Life of a peach
The French boyfriend has arrived. Oh, did you wonder why I have been quiet?
French boyfriends take up time. Not just for 18 year-old daughters, but for the whole household. I meant to tell you that he was coming. Because it was quite an event. Out to the airport we went to collect him late on a Sunday evening. There was no chance of a chat and a glass of wine when we got home, it was just too late. Too many yawns. And they needed to be alone. I just made myself scarce. I always wondered how in movies and books people did that. Now I know what it means. It means you disappear behind a door and you don’t emerge until it is safe, and sunny, and late morning, and people are ready to make polite little bits of chit-chat over coffee. Being scarce. I’ve spent a lot of time doing that over the past two weeks.
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He’s charming, of course. Absolutely charming. He stayed for two weeks and ate everything I put in front of him. I was cooking barley a lot. I couldn’t help it. It’s just that I was doing recipes using barley for a magazine. Six of them. And they needed to be tested lots of times. We had four meals of barley, on the trot. Barley this and barley that. Our bowels were certainly getting a workout, though I’m not sure it is an appropriate thing to discuss so I’m going to pretend I didn’t say that. But the young, you know, they don’t even notice things like this, they just roar along, burning it off, wake, and take on the day and all it brings. But once your bones start creaking and you ache in iddy biddy bits of your body you didn’t even know you had, it’s probably just as well you are banished behind doors at such times.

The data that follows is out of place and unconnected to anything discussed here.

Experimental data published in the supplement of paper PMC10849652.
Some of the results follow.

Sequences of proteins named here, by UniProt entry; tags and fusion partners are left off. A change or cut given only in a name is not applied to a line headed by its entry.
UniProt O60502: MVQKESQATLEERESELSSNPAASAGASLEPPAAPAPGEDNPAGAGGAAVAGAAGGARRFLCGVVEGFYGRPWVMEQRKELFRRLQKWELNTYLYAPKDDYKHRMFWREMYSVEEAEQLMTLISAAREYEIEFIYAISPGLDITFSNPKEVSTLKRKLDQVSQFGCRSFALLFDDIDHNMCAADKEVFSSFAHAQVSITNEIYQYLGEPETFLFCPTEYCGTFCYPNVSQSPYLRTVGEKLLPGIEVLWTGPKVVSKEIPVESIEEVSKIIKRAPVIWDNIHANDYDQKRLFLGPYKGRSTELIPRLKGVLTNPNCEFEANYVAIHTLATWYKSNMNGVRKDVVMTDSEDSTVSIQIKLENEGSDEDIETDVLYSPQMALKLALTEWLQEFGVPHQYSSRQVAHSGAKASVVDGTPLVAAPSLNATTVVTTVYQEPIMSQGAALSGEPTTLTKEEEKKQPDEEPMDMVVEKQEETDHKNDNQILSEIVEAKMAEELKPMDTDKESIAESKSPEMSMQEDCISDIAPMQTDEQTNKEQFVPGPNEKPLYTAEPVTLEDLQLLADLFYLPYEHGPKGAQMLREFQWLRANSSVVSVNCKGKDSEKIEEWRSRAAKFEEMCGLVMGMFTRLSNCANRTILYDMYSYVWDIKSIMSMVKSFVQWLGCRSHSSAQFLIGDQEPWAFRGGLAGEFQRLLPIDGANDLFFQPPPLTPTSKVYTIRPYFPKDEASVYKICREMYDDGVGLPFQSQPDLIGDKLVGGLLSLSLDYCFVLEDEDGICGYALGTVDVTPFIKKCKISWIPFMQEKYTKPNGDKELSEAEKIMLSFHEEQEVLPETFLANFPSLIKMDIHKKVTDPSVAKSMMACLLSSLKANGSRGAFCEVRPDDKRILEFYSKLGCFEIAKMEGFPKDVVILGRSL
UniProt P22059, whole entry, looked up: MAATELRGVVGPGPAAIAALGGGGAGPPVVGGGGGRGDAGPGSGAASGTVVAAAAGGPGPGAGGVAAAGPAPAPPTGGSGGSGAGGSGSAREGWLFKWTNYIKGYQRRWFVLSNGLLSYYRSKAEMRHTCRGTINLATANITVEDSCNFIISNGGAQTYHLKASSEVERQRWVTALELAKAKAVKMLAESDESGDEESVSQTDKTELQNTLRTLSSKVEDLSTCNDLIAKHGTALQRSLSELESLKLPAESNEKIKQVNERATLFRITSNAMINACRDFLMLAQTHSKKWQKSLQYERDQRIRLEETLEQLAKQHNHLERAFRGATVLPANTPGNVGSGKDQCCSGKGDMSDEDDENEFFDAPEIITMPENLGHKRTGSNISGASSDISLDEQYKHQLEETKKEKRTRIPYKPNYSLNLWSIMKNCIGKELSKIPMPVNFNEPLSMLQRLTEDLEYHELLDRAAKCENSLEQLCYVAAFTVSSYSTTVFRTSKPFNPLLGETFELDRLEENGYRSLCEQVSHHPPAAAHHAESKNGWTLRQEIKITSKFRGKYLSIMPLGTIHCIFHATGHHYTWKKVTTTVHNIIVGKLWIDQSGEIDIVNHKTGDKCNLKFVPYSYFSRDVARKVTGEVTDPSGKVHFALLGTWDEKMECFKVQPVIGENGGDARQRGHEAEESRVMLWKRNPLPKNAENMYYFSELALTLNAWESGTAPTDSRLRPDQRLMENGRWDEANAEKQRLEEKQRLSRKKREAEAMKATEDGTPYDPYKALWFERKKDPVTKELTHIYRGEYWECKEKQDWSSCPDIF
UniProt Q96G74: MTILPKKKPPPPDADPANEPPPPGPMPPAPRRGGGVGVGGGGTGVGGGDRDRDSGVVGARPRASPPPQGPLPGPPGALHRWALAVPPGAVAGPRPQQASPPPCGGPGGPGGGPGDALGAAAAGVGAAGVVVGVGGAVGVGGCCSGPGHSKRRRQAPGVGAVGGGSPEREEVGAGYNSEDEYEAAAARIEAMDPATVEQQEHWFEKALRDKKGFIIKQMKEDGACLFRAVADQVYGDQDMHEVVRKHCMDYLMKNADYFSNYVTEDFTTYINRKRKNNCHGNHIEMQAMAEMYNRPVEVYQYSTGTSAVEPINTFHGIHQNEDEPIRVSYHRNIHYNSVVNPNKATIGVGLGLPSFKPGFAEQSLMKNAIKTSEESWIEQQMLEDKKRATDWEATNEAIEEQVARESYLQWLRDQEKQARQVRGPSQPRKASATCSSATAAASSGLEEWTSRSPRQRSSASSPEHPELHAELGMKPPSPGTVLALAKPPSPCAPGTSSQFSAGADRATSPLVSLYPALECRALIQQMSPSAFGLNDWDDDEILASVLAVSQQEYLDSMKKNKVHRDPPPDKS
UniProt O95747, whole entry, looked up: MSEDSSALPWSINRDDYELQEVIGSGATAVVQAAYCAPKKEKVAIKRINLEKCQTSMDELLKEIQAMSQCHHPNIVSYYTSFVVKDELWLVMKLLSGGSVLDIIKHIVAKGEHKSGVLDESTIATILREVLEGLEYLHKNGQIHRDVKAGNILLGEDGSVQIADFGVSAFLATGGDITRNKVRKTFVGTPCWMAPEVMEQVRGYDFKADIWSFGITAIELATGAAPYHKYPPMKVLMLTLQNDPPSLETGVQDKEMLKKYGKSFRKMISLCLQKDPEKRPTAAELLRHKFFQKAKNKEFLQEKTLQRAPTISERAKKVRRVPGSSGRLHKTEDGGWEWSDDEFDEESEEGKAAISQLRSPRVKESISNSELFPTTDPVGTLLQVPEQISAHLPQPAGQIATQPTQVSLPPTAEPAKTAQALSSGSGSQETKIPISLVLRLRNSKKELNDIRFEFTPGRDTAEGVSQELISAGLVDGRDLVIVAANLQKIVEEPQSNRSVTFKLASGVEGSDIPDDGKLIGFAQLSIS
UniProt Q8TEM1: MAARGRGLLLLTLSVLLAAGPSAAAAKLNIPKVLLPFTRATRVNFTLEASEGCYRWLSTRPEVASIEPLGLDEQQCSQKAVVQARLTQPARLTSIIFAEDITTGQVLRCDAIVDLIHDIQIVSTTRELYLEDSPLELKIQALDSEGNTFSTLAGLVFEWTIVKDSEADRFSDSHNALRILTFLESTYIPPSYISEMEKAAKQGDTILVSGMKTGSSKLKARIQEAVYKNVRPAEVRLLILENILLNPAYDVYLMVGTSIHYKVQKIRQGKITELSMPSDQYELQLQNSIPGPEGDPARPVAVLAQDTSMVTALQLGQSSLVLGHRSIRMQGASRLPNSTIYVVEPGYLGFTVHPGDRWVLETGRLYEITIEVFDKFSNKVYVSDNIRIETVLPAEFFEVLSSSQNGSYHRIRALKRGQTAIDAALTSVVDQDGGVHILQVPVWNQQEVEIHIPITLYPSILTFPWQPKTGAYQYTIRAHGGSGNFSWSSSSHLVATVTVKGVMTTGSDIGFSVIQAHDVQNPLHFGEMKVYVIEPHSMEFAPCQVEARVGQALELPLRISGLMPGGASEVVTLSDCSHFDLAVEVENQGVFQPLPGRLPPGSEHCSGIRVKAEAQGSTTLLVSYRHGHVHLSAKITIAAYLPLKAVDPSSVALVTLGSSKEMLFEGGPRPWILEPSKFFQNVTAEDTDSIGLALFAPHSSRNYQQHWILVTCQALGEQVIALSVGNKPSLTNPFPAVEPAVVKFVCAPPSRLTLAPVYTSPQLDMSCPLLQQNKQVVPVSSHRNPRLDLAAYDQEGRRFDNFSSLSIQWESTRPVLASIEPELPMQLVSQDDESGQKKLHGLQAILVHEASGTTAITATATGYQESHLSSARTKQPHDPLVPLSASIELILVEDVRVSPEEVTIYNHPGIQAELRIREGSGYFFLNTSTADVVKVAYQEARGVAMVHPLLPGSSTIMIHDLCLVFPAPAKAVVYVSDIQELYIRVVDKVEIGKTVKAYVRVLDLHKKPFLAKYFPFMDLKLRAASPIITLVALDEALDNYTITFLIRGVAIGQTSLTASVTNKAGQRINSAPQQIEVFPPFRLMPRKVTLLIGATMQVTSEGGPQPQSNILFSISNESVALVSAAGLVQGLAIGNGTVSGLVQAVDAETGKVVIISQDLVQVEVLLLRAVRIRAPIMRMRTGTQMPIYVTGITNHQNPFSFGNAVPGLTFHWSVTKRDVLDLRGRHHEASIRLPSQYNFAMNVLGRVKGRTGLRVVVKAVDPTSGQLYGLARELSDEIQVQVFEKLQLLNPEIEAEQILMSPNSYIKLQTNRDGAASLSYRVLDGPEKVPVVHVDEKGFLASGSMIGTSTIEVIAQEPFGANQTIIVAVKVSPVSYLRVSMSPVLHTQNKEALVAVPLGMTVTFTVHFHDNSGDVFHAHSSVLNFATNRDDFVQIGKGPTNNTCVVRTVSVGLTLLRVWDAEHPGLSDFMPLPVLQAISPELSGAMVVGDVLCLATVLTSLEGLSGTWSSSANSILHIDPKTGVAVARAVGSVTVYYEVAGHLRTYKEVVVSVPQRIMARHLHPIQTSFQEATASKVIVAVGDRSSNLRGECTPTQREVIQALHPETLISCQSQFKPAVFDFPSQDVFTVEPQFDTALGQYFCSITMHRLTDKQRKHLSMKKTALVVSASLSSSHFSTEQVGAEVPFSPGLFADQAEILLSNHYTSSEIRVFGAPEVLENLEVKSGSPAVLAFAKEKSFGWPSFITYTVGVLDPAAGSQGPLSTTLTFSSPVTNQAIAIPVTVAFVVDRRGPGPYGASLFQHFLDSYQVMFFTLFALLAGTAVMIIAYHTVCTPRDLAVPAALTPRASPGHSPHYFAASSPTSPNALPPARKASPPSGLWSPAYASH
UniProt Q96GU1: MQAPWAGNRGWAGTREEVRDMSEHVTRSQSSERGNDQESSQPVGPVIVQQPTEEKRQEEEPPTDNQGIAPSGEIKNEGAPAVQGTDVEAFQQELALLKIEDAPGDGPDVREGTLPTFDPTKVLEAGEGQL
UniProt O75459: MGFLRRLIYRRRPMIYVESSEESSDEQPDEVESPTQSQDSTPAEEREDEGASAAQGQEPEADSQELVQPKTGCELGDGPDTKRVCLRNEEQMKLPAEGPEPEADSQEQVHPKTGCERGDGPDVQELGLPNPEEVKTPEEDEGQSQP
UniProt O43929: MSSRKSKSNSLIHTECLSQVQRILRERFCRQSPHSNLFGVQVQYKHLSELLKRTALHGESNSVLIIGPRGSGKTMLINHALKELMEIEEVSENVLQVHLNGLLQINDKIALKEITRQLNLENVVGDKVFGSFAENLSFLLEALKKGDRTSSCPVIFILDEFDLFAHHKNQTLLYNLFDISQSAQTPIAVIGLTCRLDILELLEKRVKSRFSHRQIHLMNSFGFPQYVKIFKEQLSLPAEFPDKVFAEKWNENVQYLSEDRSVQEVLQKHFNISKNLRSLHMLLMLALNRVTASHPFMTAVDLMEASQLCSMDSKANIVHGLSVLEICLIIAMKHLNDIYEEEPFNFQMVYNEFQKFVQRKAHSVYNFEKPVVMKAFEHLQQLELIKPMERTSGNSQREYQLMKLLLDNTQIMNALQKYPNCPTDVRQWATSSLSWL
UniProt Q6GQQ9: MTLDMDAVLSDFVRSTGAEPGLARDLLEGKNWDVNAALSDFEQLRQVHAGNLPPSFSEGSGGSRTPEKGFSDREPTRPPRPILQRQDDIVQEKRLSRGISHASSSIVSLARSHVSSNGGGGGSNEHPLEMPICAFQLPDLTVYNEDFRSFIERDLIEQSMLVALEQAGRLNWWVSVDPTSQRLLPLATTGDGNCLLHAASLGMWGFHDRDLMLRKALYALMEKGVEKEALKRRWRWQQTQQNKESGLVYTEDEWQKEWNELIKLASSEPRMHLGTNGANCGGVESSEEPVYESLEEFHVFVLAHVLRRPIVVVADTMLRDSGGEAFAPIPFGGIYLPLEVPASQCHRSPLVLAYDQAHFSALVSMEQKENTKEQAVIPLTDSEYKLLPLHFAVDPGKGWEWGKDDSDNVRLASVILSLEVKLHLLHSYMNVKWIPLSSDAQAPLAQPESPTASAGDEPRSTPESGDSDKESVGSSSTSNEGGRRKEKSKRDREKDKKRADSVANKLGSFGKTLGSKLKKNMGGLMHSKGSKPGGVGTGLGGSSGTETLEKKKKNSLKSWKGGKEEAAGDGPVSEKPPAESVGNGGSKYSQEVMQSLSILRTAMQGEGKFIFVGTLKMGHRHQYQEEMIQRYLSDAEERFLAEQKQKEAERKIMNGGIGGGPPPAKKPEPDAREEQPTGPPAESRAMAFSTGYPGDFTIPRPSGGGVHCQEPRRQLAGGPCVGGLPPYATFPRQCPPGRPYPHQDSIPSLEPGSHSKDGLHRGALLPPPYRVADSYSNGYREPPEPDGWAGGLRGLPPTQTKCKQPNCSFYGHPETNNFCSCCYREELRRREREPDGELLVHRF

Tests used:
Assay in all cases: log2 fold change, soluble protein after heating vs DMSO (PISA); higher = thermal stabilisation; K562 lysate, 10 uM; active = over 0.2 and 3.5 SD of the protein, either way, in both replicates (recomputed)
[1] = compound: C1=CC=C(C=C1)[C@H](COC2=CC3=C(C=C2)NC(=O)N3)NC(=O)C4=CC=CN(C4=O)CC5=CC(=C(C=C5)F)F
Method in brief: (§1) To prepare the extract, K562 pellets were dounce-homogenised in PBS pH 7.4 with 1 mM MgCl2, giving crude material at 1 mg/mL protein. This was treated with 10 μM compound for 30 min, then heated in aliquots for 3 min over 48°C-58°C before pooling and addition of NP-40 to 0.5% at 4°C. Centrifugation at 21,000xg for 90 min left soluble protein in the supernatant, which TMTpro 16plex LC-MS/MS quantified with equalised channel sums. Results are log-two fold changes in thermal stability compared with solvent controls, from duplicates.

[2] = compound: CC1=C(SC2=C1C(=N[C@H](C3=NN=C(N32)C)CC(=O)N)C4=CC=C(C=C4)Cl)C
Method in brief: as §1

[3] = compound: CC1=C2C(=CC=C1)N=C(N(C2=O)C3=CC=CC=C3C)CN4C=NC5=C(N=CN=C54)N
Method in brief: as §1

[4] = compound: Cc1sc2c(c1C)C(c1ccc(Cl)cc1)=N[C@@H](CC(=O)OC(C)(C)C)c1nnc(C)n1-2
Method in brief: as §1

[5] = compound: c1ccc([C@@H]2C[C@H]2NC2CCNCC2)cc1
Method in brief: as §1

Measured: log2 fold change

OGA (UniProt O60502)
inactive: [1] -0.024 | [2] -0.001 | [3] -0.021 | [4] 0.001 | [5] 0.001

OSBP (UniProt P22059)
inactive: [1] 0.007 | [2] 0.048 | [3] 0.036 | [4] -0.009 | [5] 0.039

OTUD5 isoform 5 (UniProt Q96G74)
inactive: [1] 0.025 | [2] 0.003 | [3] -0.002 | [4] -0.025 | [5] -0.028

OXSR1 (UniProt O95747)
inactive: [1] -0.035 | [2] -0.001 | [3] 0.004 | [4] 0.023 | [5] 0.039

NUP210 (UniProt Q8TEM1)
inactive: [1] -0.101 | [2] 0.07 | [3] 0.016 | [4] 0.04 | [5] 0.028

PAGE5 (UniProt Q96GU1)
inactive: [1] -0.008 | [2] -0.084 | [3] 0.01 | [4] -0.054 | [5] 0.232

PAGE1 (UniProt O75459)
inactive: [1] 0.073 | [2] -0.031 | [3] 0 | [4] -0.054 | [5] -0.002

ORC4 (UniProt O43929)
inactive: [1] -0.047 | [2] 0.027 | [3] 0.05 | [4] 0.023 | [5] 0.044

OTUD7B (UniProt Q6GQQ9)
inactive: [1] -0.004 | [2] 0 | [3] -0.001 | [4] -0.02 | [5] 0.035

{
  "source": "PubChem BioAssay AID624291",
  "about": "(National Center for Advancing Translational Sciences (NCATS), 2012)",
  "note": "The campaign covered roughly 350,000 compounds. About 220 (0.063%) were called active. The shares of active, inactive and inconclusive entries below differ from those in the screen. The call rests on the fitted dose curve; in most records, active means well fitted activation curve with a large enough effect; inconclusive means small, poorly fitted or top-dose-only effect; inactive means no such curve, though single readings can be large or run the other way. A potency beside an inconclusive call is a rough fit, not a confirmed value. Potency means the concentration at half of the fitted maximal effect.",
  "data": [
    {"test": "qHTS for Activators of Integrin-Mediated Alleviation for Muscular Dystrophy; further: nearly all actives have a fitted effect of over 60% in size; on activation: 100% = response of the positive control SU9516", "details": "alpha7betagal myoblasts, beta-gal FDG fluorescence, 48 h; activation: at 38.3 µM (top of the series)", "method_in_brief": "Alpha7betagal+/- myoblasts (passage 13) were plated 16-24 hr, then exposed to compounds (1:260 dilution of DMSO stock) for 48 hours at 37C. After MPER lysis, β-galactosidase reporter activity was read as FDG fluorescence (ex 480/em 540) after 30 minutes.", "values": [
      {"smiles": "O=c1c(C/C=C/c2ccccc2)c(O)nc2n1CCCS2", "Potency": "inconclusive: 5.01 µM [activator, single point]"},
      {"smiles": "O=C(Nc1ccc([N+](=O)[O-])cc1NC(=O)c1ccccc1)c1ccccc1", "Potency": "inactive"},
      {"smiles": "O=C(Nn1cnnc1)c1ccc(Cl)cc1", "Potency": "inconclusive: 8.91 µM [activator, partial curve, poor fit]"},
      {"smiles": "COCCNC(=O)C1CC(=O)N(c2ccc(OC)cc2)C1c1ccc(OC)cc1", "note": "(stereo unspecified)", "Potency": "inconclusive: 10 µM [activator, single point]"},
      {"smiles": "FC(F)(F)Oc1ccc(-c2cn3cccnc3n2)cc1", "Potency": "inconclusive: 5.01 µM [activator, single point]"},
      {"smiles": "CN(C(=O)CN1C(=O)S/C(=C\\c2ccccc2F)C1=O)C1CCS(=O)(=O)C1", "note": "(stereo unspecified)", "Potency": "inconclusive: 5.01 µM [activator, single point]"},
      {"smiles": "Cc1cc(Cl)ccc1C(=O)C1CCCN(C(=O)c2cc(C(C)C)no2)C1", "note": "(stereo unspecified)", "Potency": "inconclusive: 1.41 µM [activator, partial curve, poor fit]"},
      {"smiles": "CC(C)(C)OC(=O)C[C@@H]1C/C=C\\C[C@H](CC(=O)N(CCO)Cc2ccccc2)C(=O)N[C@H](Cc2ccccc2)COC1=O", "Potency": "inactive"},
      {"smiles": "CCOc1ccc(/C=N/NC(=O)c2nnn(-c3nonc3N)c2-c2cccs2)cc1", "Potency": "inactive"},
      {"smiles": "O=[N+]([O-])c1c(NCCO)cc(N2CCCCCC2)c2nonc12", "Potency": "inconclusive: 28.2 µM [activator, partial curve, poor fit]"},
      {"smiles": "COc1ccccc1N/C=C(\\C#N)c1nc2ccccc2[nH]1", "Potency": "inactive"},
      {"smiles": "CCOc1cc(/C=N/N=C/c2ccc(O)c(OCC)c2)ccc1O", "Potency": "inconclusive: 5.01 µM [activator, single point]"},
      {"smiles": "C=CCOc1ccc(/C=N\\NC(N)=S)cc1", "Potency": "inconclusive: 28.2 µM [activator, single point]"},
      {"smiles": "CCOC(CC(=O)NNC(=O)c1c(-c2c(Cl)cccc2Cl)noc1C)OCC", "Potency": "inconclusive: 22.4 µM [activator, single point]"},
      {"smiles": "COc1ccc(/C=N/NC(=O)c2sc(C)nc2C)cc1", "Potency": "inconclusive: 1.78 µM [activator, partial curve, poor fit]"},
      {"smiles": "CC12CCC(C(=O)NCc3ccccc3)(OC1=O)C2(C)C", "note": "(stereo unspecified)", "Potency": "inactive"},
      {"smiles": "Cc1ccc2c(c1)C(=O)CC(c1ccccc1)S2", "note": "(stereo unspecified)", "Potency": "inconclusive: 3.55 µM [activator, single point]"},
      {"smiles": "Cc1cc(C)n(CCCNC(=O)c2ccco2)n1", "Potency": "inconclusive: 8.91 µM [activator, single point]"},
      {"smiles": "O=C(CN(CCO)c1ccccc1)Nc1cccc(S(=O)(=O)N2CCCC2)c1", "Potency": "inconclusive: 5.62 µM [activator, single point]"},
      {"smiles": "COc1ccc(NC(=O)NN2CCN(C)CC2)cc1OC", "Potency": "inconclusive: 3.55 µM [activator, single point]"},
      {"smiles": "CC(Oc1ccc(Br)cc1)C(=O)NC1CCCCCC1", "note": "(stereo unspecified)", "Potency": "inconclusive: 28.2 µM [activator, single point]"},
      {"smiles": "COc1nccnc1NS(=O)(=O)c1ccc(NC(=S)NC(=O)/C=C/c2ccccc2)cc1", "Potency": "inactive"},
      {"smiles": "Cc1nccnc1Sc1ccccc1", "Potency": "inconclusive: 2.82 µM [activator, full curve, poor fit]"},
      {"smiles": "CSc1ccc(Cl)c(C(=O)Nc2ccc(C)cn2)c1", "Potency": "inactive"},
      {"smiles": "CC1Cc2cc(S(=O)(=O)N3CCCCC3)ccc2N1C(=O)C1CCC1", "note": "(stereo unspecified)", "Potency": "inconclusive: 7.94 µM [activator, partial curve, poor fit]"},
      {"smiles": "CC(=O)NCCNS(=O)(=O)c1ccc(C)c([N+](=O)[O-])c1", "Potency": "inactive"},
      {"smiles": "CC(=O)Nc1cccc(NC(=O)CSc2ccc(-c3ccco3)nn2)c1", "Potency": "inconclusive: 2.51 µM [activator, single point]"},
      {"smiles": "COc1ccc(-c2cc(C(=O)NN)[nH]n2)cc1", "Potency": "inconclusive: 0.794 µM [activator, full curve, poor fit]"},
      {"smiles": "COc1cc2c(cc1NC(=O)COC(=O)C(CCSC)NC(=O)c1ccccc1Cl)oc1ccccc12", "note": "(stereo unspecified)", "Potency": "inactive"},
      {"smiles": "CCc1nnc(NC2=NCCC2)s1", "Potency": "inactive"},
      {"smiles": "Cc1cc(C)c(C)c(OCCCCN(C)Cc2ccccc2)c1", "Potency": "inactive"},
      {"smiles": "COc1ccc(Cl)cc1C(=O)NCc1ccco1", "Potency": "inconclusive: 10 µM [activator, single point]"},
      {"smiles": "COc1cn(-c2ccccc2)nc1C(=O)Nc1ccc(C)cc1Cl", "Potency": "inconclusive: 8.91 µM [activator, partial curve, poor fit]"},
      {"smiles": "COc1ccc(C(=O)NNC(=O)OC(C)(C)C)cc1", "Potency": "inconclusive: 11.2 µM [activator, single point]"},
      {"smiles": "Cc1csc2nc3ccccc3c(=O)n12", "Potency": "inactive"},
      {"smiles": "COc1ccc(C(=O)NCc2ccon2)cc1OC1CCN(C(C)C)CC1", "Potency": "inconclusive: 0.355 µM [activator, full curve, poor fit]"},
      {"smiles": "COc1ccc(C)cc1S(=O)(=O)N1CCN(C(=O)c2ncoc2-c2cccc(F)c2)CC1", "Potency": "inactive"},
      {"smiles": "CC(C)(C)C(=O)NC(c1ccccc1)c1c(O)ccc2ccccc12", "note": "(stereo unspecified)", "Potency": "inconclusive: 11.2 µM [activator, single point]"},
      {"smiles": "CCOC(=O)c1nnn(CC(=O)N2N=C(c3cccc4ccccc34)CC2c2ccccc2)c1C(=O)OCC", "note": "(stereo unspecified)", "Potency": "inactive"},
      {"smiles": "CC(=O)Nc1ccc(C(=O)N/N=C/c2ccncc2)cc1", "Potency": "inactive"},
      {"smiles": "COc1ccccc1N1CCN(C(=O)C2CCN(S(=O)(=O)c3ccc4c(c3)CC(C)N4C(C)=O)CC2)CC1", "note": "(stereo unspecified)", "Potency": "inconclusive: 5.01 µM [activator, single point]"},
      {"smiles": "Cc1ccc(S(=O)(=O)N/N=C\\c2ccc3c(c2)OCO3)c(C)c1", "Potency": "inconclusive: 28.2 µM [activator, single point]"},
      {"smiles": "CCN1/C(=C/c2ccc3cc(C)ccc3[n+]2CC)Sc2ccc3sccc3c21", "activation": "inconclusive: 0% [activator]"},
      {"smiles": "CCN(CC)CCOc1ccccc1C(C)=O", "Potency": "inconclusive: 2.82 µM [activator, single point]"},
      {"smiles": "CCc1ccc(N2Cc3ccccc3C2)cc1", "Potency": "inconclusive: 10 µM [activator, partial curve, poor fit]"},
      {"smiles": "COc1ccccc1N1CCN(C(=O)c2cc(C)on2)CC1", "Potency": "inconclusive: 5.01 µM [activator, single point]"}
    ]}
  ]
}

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I will have to tell you about barley some time though because it’s a superfood, and one that is often ignored. But just not right now. I think I’m over it for the present time. Barley-ed out.
I’m going to lead a barley-free life for a month. THEN I’ll tell you all about its virtues.